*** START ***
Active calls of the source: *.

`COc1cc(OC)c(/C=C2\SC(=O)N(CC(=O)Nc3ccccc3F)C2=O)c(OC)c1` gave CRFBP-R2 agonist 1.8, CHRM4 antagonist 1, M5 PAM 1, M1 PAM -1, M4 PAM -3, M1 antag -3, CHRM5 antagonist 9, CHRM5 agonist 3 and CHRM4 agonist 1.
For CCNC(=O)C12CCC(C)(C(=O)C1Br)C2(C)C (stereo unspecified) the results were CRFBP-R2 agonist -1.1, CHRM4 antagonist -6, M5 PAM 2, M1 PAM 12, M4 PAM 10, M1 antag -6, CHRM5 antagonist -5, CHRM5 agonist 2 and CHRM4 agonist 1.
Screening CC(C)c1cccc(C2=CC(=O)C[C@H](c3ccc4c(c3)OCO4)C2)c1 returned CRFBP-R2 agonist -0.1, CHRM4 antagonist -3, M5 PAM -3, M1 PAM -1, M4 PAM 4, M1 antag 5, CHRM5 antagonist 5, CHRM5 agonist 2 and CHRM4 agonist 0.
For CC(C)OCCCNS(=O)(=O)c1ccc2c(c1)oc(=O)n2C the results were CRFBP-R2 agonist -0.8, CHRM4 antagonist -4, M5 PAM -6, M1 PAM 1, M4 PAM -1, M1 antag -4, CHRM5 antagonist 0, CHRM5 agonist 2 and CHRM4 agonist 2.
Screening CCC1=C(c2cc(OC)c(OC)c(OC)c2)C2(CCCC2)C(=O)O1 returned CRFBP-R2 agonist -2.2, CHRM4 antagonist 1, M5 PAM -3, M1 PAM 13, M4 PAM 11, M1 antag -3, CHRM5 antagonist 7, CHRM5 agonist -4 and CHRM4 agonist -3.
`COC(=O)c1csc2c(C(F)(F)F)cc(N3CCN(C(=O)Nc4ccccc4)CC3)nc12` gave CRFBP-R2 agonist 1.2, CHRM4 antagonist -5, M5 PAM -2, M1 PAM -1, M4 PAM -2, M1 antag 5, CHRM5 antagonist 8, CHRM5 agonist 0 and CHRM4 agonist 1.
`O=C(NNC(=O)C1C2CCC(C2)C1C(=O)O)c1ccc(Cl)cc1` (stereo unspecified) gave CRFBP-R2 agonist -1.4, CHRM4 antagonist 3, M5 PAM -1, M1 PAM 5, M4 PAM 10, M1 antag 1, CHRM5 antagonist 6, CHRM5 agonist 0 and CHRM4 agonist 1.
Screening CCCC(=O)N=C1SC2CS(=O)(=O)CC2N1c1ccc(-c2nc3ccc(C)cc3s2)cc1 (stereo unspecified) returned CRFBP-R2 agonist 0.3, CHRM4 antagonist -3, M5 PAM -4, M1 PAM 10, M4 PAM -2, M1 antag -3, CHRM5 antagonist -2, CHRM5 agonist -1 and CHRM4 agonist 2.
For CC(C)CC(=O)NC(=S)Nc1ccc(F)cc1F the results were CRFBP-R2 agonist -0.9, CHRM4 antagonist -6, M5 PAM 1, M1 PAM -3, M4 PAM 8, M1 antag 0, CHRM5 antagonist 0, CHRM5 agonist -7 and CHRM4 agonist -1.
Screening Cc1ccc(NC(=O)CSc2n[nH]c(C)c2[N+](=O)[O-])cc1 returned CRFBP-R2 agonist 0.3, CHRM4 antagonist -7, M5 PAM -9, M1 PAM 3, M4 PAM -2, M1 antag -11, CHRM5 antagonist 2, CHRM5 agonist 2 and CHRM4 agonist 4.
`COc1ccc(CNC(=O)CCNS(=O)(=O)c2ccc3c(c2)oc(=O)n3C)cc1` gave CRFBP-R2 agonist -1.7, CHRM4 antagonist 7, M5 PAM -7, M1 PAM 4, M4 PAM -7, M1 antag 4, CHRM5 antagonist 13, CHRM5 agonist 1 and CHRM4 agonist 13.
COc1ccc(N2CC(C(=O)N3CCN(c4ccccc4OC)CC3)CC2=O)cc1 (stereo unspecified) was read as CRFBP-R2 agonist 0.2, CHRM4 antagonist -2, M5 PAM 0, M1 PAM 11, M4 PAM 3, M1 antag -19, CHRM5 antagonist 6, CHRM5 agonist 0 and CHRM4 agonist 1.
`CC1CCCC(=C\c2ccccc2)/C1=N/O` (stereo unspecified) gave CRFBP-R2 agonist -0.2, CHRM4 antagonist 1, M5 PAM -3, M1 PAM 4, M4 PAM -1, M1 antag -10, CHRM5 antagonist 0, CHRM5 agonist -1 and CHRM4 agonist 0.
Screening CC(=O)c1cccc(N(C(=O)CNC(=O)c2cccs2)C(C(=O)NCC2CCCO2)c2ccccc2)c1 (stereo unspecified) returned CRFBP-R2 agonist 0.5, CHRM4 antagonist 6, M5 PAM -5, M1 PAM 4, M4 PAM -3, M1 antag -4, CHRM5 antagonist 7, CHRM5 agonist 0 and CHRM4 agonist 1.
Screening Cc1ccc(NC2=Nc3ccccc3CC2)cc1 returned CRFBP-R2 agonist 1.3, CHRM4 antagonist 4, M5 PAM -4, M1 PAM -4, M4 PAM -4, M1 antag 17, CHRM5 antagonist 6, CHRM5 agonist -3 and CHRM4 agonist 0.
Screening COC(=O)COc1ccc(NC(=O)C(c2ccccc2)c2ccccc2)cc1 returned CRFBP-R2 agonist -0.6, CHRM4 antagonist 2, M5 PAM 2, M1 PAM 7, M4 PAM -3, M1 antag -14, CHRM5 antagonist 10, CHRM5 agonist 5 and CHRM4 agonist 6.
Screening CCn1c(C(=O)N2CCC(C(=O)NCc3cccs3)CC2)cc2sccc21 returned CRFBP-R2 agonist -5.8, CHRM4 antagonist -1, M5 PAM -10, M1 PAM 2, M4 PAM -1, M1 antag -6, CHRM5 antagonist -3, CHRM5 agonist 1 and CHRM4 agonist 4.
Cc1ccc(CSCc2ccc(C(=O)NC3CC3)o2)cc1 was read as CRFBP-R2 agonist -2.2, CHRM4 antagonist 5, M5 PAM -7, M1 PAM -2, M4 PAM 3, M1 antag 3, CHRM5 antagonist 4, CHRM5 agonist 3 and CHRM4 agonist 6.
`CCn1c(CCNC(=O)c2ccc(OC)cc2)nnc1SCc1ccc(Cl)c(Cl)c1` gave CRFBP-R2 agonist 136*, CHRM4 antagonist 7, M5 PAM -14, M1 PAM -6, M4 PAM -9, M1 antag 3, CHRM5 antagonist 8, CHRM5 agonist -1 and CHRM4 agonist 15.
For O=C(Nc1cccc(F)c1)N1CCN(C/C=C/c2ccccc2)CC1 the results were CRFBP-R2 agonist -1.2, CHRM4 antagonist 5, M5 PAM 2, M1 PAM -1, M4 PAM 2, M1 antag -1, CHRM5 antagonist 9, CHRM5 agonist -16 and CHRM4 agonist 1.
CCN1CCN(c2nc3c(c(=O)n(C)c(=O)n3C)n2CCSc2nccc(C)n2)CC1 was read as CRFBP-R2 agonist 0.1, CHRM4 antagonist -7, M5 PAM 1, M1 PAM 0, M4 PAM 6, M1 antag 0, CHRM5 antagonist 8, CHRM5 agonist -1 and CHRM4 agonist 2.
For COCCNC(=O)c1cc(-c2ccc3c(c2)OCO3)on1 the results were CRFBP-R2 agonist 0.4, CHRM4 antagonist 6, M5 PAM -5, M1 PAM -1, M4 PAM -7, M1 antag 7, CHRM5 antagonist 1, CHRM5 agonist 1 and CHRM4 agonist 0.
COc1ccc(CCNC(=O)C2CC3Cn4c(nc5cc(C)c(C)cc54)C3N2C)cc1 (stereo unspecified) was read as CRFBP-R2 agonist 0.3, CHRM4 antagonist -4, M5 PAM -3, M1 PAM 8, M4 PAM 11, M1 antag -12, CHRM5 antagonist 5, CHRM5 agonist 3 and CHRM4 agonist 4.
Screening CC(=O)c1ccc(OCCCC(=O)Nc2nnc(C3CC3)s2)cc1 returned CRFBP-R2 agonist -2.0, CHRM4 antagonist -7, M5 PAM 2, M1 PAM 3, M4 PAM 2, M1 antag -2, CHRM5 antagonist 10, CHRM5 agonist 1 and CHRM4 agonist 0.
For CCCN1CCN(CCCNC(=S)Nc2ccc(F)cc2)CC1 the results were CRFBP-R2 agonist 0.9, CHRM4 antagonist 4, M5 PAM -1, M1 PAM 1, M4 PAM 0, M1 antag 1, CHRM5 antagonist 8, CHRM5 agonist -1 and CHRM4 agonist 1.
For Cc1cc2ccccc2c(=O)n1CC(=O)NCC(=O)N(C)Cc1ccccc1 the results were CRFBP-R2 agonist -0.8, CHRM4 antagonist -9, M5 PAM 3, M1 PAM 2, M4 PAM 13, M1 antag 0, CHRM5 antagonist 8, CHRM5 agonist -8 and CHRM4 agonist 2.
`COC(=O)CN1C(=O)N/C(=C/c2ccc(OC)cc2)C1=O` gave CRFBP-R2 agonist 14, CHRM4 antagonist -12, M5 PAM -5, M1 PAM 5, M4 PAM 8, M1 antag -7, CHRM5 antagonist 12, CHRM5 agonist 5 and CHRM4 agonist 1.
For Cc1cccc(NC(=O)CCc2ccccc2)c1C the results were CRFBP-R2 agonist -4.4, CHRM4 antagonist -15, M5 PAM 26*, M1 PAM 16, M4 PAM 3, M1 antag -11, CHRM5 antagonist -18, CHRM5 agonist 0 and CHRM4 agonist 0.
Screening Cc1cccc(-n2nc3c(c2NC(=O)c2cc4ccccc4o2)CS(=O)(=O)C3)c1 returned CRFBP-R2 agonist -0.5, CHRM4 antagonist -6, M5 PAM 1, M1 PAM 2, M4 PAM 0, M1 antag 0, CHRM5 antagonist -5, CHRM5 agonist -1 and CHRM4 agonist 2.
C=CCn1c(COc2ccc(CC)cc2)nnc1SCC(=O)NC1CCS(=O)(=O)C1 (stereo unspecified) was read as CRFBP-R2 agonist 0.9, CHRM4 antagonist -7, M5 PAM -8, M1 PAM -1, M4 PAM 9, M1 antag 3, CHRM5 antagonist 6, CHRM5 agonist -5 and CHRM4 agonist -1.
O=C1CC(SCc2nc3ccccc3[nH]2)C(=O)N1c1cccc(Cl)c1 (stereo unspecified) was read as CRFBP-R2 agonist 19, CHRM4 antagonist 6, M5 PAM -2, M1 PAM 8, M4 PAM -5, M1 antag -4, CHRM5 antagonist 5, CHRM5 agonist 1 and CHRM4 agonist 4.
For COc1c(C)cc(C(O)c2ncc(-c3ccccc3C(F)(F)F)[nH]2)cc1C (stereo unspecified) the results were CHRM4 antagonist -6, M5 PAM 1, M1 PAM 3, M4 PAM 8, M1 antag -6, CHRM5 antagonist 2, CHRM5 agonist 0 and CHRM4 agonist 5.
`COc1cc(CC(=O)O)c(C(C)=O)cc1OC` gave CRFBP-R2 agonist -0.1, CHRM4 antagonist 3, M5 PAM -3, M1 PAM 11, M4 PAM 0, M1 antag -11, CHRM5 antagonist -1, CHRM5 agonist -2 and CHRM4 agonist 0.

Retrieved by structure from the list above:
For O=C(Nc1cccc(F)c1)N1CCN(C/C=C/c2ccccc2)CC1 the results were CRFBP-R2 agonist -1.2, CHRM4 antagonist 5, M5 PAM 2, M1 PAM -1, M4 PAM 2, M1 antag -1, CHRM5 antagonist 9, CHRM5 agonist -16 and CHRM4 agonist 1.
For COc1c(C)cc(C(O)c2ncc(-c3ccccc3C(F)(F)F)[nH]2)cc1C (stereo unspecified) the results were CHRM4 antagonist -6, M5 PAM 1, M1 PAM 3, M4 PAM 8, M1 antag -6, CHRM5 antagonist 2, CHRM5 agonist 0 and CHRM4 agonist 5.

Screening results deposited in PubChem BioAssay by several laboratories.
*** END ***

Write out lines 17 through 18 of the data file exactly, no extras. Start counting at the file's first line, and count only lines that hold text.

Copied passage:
Screening COC(=O)COc1ccc(NC(=O)C(c2ccccc2)c2ccccc2)cc1 returned CRFBP-R2 agonist -0.6, CHRM4 antagonist 2, M5 PAM 2, M1 PAM 7, M4 PAM -3, M1 antag -14, CHRM5 antagonist 10, CHRM5 agonist 5 and CHRM4 agonist 6.
Screening CCn1c(C(=O)N2CCC(C(=O)NCc3cccs3)CC2)cc2sccc21 returned CRFBP-R2 agonist -5.8, CHRM4 antagonist -1, M5 PAM -10, M1 PAM 2, M4 PAM -1, M1 antag -6, CHRM5 antagonist -3, CHRM5 agonist 1 and CHRM4 agonist 4.